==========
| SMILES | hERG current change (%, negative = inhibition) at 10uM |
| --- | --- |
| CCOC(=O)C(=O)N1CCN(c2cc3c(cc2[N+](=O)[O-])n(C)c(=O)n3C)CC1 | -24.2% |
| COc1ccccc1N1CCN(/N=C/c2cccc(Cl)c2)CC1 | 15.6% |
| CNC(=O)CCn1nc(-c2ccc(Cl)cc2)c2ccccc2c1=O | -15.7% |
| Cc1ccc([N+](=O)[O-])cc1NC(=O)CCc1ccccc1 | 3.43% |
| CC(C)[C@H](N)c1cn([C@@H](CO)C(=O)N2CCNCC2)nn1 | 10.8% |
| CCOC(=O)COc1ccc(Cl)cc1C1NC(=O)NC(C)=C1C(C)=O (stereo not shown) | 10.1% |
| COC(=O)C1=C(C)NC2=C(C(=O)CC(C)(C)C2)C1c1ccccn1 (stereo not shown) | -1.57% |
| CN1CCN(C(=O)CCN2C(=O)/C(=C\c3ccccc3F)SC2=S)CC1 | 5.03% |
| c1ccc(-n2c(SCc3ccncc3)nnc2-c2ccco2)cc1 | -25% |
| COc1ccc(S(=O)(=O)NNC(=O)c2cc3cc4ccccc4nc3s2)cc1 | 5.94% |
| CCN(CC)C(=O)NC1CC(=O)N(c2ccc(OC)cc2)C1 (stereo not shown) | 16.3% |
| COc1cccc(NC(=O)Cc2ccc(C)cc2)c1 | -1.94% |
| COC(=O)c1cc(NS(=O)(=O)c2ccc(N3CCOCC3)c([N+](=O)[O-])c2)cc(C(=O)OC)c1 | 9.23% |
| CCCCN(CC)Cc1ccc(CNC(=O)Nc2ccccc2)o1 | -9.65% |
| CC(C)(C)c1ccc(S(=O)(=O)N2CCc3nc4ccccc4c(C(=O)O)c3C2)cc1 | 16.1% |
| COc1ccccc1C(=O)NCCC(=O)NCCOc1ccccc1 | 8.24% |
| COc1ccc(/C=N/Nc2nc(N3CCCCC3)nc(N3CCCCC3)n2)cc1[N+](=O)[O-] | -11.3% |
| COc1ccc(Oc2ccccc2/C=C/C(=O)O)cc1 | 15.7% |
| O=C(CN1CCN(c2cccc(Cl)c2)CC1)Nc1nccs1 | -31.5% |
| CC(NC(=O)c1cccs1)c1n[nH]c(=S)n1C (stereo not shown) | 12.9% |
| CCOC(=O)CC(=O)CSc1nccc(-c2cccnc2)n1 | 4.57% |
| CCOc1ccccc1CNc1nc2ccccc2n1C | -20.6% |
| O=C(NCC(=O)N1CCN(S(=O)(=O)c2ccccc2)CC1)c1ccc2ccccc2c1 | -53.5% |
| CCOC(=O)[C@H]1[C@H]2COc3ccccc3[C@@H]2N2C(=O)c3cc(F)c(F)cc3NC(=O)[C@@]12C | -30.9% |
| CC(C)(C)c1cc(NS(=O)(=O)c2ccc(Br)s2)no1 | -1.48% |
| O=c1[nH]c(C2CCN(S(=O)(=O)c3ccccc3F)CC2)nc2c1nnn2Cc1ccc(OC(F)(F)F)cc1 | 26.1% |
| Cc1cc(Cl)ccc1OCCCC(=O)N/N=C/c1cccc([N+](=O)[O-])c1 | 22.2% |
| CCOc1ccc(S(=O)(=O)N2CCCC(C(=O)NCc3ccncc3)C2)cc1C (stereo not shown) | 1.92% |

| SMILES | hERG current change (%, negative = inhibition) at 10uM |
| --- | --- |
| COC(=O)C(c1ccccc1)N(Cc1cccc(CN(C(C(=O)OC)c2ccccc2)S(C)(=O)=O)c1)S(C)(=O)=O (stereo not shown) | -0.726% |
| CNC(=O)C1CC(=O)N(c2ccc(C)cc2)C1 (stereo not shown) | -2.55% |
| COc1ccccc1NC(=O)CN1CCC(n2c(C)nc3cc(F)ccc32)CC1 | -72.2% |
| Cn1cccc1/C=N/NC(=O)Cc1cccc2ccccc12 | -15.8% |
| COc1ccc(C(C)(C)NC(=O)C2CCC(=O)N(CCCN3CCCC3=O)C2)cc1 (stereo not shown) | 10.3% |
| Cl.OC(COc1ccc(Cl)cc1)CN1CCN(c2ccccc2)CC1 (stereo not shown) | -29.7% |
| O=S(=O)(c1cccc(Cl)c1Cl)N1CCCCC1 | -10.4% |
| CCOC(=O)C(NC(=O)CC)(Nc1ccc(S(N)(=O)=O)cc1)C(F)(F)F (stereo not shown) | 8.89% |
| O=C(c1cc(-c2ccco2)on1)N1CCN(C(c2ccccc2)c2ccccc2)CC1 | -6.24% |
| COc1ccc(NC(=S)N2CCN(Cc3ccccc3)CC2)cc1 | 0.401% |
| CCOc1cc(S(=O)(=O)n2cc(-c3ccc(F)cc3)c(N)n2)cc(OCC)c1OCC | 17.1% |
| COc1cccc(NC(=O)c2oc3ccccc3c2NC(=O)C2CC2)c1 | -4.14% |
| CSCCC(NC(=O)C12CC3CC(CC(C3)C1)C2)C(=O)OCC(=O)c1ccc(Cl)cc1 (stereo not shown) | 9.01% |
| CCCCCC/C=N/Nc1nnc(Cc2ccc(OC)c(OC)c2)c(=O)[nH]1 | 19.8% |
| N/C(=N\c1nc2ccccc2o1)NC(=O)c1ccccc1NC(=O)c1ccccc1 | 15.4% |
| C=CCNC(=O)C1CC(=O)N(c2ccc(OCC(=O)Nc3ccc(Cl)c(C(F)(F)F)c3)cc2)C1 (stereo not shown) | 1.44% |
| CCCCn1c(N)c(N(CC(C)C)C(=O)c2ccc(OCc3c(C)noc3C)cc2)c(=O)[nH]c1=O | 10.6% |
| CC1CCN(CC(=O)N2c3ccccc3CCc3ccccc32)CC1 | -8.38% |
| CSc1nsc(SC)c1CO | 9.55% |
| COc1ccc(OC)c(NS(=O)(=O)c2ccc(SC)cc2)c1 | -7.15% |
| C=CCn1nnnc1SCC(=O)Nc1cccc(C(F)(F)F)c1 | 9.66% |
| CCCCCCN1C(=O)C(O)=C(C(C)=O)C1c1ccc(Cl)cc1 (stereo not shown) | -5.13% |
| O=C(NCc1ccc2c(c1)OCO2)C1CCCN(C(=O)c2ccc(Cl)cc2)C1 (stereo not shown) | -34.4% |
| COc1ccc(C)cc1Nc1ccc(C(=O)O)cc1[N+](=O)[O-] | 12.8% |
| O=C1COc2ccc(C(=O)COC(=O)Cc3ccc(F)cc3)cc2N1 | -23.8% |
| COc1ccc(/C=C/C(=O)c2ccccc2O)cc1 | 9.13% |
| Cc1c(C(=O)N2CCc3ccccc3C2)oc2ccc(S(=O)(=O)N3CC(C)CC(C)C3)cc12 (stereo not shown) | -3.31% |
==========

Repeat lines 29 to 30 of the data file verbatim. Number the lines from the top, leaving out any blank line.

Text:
| Cc1cc(Cl)ccc1OCCCC(=O)N/N=C/c1cccc([N+](=O)[O-])c1 | 22.2% |
| CCOc1ccc(S(=O)(=O)N2CCCC(C(=O)NCc3ccncc3)C2)cc1C (stereo not shown) | 1.92% |